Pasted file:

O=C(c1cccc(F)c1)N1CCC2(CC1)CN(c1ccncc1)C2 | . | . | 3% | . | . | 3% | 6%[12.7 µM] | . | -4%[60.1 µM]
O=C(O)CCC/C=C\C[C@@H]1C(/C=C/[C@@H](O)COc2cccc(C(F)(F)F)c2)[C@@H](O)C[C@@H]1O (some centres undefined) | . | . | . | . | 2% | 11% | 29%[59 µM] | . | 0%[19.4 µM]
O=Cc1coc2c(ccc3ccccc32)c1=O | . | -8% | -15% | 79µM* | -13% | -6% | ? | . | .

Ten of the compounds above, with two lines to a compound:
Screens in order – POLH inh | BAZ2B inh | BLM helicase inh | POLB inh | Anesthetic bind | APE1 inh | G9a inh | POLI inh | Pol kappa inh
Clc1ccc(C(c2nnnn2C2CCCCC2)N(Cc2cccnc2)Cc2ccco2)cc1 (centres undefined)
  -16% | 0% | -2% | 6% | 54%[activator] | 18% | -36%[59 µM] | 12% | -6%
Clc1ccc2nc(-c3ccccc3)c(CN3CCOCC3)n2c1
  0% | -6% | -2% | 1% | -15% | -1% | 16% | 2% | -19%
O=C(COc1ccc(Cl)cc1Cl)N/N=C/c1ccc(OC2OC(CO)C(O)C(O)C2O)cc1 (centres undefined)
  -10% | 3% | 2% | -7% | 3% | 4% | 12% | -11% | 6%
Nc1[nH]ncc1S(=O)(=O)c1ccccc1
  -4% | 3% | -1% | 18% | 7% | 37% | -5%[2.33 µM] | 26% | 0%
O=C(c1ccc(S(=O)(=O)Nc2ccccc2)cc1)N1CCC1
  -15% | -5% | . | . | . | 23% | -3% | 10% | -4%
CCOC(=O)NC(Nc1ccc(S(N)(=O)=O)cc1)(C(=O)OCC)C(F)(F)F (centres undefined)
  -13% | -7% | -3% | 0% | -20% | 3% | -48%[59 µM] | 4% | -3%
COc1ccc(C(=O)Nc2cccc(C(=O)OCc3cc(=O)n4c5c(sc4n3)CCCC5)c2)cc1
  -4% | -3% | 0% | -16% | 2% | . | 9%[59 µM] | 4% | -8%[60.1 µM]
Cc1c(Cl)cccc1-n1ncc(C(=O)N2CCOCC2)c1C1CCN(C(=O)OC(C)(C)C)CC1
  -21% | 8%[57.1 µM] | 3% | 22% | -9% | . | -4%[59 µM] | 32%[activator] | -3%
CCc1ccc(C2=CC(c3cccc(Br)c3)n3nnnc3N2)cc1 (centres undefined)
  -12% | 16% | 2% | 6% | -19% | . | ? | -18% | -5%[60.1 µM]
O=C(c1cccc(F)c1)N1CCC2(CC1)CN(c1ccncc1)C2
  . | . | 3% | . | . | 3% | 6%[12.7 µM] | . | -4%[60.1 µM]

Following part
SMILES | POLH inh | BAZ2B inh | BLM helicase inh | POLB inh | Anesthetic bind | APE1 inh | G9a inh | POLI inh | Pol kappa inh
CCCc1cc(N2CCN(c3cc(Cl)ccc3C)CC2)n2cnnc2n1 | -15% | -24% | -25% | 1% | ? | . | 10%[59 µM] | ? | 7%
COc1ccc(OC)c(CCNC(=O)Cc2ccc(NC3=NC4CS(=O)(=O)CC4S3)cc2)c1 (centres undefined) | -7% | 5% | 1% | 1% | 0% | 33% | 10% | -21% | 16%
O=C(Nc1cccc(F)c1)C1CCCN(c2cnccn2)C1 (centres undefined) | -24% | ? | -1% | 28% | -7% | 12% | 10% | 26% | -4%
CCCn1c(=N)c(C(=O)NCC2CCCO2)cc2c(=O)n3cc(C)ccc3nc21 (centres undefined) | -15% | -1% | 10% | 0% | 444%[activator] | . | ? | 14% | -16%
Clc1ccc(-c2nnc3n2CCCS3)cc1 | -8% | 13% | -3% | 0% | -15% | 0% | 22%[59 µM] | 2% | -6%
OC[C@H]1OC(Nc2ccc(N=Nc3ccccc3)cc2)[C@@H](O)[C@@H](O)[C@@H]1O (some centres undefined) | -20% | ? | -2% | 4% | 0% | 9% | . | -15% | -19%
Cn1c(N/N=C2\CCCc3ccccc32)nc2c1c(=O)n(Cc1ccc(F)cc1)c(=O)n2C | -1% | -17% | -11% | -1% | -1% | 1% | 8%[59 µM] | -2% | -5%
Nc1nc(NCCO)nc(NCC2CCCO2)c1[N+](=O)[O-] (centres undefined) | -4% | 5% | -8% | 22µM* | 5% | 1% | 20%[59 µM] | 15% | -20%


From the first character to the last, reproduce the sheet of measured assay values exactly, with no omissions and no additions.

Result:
O=C(c1cccc(F)c1)N1CCC2(CC1)CN(c1ccncc1)C2 | . | . | 3% | . | . | 3% | 6%[12.7 µM] | . | -4%[60.1 µM]
O=C(O)CCC/C=C\C[C@@H]1C(/C=C/[C@@H](O)COc2cccc(C(F)(F)F)c2)[C@@H](O)C[C@@H]1O (some centres undefined) | . | . | . | . | 2% | 11% | 29%[59 µM] | . | 0%[19.4 µM]
O=Cc1coc2c(ccc3ccccc32)c1=O | . | -8% | -15% | 79µM* | -13% | -6% | ? | . | .

Ten of the compounds above, with two lines to a compound:
Screens in order – POLH inh | BAZ2B inh | BLM helicase inh | POLB inh | Anesthetic bind | APE1 inh | G9a inh | POLI inh | Pol kappa inh
Clc1ccc(C(c2nnnn2C2CCCCC2)N(Cc2cccnc2)Cc2ccco2)cc1 (centres undefined)
  -16% | 0% | -2% | 6% | 54%[activator] | 18% | -36%[59 µM] | 12% | -6%
Clc1ccc2nc(-c3ccccc3)c(CN3CCOCC3)n2c1
  0% | -6% | -2% | 1% | -15% | -1% | 16% | 2% | -19%
O=C(COc1ccc(Cl)cc1Cl)N/N=C/c1ccc(OC2OC(CO)C(O)C(O)C2O)cc1 (centres undefined)
  -10% | 3% | 2% | -7% | 3% | 4% | 12% | -11% | 6%
Nc1[nH]ncc1S(=O)(=O)c1ccccc1
  -4% | 3% | -1% | 18% | 7% | 37% | -5%[2.33 µM] | 26% | 0%
O=C(c1ccc(S(=O)(=O)Nc2ccccc2)cc1)N1CCC1
  -15% | -5% | . | . | . | 23% | -3% | 10% | -4%
CCOC(=O)NC(Nc1ccc(S(N)(=O)=O)cc1)(C(=O)OCC)C(F)(F)F (centres undefined)
  -13% | -7% | -3% | 0% | -20% | 3% | -48%[59 µM] | 4% | -3%
COc1ccc(C(=O)Nc2cccc(C(=O)OCc3cc(=O)n4c5c(sc4n3)CCCC5)c2)cc1
  -4% | -3% | 0% | -16% | 2% | . | 9%[59 µM] | 4% | -8%[60.1 µM]
Cc1c(Cl)cccc1-n1ncc(C(=O)N2CCOCC2)c1C1CCN(C(=O)OC(C)(C)C)CC1
  -21% | 8%[57.1 µM] | 3% | 22% | -9% | . | -4%[59 µM] | 32%[activator] | -3%
CCc1ccc(C2=CC(c3cccc(Br)c3)n3nnnc3N2)cc1 (centres undefined)
  -12% | 16% | 2% | 6% | -19% | . | ? | -18% | -5%[60.1 µM]
O=C(c1cccc(F)c1)N1CCC2(CC1)CN(c1ccncc1)C2
  . | . | 3% | . | . | 3% | 6%[12.7 µM] | . | -4%[60.1 µM]

Following part
SMILES | POLH inh | BAZ2B inh | BLM helicase inh | POLB inh | Anesthetic bind | APE1 inh | G9a inh | POLI inh | Pol kappa inh
CCCc1cc(N2CCN(c3cc(Cl)ccc3C)CC2)n2cnnc2n1 | -15% | -24% | -25% | 1% | ? | . | 10%[59 µM] | ? | 7%
COc1ccc(OC)c(CCNC(=O)Cc2ccc(NC3=NC4CS(=O)(=O)CC4S3)cc2)c1 (centres undefined) | -7% | 5% | 1% | 1% | 0% | 33% | 10% | -21% | 16%
O=C(Nc1cccc(F)c1)C1CCCN(c2cnccn2)C1 (centres undefined) | -24% | ? | -1% | 28% | -7% | 12% | 10% | 26% | -4%
CCCn1c(=N)c(C(=O)NCC2CCCO2)cc2c(=O)n3cc(C)ccc3nc21 (centres undefined) | -15% | -1% | 10% | 0% | 444%[activator] | . | ? | 14% | -16%
Clc1ccc(-c2nnc3n2CCCS3)cc1 | -8% | 13% | -3% | 0% | -15% | 0% | 22%[59 µM] | 2% | -6%
OC[C@H]1OC(Nc2ccc(N=Nc3ccccc3)cc2)[C@@H](O)[C@@H](O)[C@@H]1O (some centres undefined) | -20% | ? | -2% | 4% | 0% | 9% | . | -15% | -19%
Cn1c(N/N=C2\CCCc3ccccc32)nc2c1c(=O)n(Cc1ccc(F)cc1)c(=O)n2C | -1% | -17% | -11% | -1% | -1% | 1% | 8%[59 µM] | -2% | -5%
Nc1nc(NCCO)nc(NCC2CCCO2)c1[N+](=O)[O-] (centres undefined) | -4% | 5% | -8% | 22µM* | 5% | 1% | 20%[59 µM] | 15% | -20%